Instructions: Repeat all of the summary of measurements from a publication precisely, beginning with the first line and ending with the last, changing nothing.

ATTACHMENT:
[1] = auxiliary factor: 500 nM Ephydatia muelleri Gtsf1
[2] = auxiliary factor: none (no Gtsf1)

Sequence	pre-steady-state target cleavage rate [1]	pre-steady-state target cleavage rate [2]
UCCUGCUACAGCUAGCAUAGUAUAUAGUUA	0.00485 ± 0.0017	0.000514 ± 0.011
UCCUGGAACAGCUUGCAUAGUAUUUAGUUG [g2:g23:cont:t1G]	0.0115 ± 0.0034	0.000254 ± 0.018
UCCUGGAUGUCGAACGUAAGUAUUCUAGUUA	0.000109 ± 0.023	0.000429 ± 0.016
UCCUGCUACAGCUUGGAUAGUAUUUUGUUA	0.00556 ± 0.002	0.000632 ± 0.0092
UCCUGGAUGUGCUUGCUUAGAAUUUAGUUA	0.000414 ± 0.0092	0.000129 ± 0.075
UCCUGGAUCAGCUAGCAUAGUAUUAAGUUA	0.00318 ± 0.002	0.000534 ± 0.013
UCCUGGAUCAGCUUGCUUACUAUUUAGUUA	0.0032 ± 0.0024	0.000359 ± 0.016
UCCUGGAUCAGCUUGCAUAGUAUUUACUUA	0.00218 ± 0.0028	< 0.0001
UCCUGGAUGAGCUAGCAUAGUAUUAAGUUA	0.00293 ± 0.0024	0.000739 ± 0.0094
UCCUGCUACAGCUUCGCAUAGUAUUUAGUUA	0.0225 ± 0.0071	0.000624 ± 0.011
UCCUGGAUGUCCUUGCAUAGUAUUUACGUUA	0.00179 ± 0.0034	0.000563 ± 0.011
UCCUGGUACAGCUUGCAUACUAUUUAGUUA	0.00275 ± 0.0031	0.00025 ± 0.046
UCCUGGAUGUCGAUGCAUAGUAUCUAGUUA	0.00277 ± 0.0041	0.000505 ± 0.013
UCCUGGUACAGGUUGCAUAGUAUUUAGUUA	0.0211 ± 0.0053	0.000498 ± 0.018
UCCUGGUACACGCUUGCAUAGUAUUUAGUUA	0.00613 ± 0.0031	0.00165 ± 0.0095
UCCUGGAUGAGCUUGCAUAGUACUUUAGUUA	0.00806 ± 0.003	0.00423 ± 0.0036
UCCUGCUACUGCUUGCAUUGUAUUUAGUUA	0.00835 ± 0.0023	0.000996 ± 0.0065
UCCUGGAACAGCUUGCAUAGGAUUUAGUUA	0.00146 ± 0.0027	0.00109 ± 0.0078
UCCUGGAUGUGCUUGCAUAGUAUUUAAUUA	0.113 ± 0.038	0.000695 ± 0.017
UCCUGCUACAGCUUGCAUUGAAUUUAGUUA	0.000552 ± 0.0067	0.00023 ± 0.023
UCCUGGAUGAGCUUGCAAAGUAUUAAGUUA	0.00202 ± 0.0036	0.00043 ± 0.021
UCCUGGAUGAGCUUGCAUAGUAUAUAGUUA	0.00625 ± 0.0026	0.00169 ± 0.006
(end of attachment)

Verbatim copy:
[1] = auxiliary factor: 500 nM Ephydatia muelleri Gtsf1
[2] = auxiliary factor: none (no Gtsf1)

Sequence	pre-steady-state target cleavage rate [1]	pre-steady-state target cleavage rate [2]
UCCUGCUACAGCUAGCAUAGUAUAUAGUUA	0.00485 ± 0.0017	0.000514 ± 0.011
UCCUGGAACAGCUUGCAUAGUAUUUAGUUG [g2:g23:cont:t1G]	0.0115 ± 0.0034	0.000254 ± 0.018
UCCUGGAUGUCGAACGUAAGUAUUCUAGUUA	0.000109 ± 0.023	0.000429 ± 0.016
UCCUGCUACAGCUUGGAUAGUAUUUUGUUA	0.00556 ± 0.002	0.000632 ± 0.0092
UCCUGGAUGUGCUUGCUUAGAAUUUAGUUA	0.000414 ± 0.0092	0.000129 ± 0.075
UCCUGGAUCAGCUAGCAUAGUAUUAAGUUA	0.00318 ± 0.002	0.000534 ± 0.013
UCCUGGAUCAGCUUGCUUACUAUUUAGUUA	0.0032 ± 0.0024	0.000359 ± 0.016
UCCUGGAUCAGCUUGCAUAGUAUUUACUUA	0.00218 ± 0.0028	< 0.0001
UCCUGGAUGAGCUAGCAUAGUAUUAAGUUA	0.00293 ± 0.0024	0.000739 ± 0.0094
UCCUGCUACAGCUUCGCAUAGUAUUUAGUUA	0.0225 ± 0.0071	0.000624 ± 0.011
UCCUGGAUGUCCUUGCAUAGUAUUUACGUUA	0.00179 ± 0.0034	0.000563 ± 0.011
UCCUGGUACAGCUUGCAUACUAUUUAGUUA	0.00275 ± 0.0031	0.00025 ± 0.046
UCCUGGAUGUCGAUGCAUAGUAUCUAGUUA	0.00277 ± 0.0041	0.000505 ± 0.013
UCCUGGUACAGGUUGCAUAGUAUUUAGUUA	0.0211 ± 0.0053	0.000498 ± 0.018
UCCUGGUACACGCUUGCAUAGUAUUUAGUUA	0.00613 ± 0.0031	0.00165 ± 0.0095
UCCUGGAUGAGCUUGCAUAGUACUUUAGUUA	0.00806 ± 0.003	0.00423 ± 0.0036
UCCUGCUACUGCUUGCAUUGUAUUUAGUUA	0.00835 ± 0.0023	0.000996 ± 0.0065
UCCUGGAACAGCUUGCAUAGGAUUUAGUUA	0.00146 ± 0.0027	0.00109 ± 0.0078
UCCUGGAUGUGCUUGCAUAGUAUUUAAUUA	0.113 ± 0.038	0.000695 ± 0.017
UCCUGCUACAGCUUGCAUUGAAUUUAGUUA	0.000552 ± 0.0067	0.00023 ± 0.023
UCCUGGAUGAGCUUGCAAAGUAUUAAGUUA	0.00202 ± 0.0036	0.00043 ± 0.021
UCCUGGAUGAGCUUGCAUAGUAUAUAGUUA	0.00625 ± 0.0026	0.00169 ± 0.006